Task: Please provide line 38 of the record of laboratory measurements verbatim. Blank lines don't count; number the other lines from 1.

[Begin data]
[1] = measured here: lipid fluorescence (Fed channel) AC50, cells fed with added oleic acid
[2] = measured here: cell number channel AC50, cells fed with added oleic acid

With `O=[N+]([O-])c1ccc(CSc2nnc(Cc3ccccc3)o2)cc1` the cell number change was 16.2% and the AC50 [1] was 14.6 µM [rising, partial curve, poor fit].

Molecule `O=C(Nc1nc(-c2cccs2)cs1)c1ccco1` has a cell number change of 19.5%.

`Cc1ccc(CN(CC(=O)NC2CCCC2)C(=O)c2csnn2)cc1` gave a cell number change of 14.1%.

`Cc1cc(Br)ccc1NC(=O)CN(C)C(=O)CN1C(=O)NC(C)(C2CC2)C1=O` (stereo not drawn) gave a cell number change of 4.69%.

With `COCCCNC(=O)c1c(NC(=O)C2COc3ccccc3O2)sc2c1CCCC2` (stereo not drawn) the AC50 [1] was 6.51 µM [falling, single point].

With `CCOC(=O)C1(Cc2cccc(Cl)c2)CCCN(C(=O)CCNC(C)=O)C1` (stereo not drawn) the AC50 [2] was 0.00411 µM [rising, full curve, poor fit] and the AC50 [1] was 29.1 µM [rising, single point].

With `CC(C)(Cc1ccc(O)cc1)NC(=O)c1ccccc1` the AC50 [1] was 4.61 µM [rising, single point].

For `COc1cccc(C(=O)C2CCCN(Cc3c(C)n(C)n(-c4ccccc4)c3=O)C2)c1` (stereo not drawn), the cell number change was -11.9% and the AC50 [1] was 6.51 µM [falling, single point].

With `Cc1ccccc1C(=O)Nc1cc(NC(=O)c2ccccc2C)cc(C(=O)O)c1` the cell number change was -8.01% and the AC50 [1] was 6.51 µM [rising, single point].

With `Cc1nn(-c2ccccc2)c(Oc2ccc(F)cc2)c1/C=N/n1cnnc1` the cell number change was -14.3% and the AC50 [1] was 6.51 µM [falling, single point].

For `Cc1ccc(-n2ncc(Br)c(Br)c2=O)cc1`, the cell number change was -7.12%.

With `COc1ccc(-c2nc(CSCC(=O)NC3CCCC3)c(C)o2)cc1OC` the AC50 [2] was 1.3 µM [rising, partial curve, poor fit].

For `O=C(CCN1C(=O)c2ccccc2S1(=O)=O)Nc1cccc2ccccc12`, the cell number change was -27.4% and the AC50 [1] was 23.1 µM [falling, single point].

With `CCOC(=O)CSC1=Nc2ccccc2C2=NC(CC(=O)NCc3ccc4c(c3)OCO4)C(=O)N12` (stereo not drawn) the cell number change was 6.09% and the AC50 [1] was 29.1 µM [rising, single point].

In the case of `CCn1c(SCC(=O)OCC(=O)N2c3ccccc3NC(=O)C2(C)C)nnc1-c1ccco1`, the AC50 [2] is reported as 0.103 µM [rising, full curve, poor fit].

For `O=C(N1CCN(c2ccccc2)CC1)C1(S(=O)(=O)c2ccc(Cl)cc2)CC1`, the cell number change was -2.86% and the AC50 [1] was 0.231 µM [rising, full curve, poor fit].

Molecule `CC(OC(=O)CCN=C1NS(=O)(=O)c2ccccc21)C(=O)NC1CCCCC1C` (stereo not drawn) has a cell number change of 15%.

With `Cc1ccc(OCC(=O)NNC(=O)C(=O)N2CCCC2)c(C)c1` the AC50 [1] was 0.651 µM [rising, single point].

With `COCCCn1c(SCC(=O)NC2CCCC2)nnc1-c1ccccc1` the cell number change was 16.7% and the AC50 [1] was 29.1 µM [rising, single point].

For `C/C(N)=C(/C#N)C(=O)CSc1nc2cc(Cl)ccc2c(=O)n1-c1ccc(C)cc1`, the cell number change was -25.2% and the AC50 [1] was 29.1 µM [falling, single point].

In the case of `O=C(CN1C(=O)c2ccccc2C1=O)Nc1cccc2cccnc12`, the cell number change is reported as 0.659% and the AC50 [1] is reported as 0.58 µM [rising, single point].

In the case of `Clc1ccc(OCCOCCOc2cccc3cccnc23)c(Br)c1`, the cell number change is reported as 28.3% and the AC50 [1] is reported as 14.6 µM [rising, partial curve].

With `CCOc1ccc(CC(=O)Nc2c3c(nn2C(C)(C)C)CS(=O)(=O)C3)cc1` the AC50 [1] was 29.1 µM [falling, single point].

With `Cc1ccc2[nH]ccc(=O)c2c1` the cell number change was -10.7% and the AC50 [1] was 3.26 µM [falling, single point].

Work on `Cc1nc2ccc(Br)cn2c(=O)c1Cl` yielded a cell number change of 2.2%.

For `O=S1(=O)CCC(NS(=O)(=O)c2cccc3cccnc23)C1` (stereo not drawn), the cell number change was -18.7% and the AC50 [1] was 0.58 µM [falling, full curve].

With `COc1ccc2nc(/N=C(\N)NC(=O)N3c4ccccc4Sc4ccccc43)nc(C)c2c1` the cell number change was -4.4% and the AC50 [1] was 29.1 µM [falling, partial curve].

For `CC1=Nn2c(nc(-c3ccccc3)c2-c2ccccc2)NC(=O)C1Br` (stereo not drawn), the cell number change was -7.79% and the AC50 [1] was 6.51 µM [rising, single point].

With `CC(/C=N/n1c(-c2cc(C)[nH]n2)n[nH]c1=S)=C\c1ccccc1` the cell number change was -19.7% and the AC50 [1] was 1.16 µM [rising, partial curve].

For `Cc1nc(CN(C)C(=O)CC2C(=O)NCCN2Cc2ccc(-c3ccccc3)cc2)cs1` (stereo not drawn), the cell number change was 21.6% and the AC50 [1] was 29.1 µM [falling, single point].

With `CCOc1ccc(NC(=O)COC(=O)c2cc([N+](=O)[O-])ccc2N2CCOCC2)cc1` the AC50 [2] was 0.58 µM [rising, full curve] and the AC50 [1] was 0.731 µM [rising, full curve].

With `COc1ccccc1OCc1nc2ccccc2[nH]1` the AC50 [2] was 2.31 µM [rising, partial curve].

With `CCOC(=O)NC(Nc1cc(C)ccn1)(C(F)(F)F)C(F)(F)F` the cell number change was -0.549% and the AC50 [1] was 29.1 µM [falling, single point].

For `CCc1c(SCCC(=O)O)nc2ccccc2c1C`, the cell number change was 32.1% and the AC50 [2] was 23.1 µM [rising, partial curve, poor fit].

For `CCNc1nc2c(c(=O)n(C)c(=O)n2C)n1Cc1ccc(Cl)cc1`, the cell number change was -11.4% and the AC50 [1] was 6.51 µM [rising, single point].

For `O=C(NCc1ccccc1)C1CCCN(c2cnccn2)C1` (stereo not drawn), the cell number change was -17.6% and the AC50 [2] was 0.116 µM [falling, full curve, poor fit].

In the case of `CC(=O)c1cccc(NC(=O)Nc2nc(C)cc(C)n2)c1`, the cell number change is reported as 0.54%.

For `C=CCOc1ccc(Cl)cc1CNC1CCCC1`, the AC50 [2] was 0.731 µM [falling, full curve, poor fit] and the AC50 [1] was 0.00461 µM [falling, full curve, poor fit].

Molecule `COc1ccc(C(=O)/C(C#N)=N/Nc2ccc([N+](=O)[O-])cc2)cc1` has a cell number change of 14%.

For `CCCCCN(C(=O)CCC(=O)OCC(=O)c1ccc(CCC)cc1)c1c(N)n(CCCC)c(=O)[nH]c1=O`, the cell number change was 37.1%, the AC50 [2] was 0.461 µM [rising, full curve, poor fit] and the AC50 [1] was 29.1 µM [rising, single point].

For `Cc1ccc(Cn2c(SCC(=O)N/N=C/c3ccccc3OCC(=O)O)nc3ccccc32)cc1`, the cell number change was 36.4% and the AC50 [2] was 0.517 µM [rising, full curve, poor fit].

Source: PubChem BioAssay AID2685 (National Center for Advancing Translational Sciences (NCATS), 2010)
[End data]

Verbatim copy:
For `O=C(NCc1ccccc1)C1CCCN(c2cnccn2)C1` (stereo not drawn), the cell number change was -17.6% and the AC50 [2] was 0.116 µM [falling, full curve, poor fit].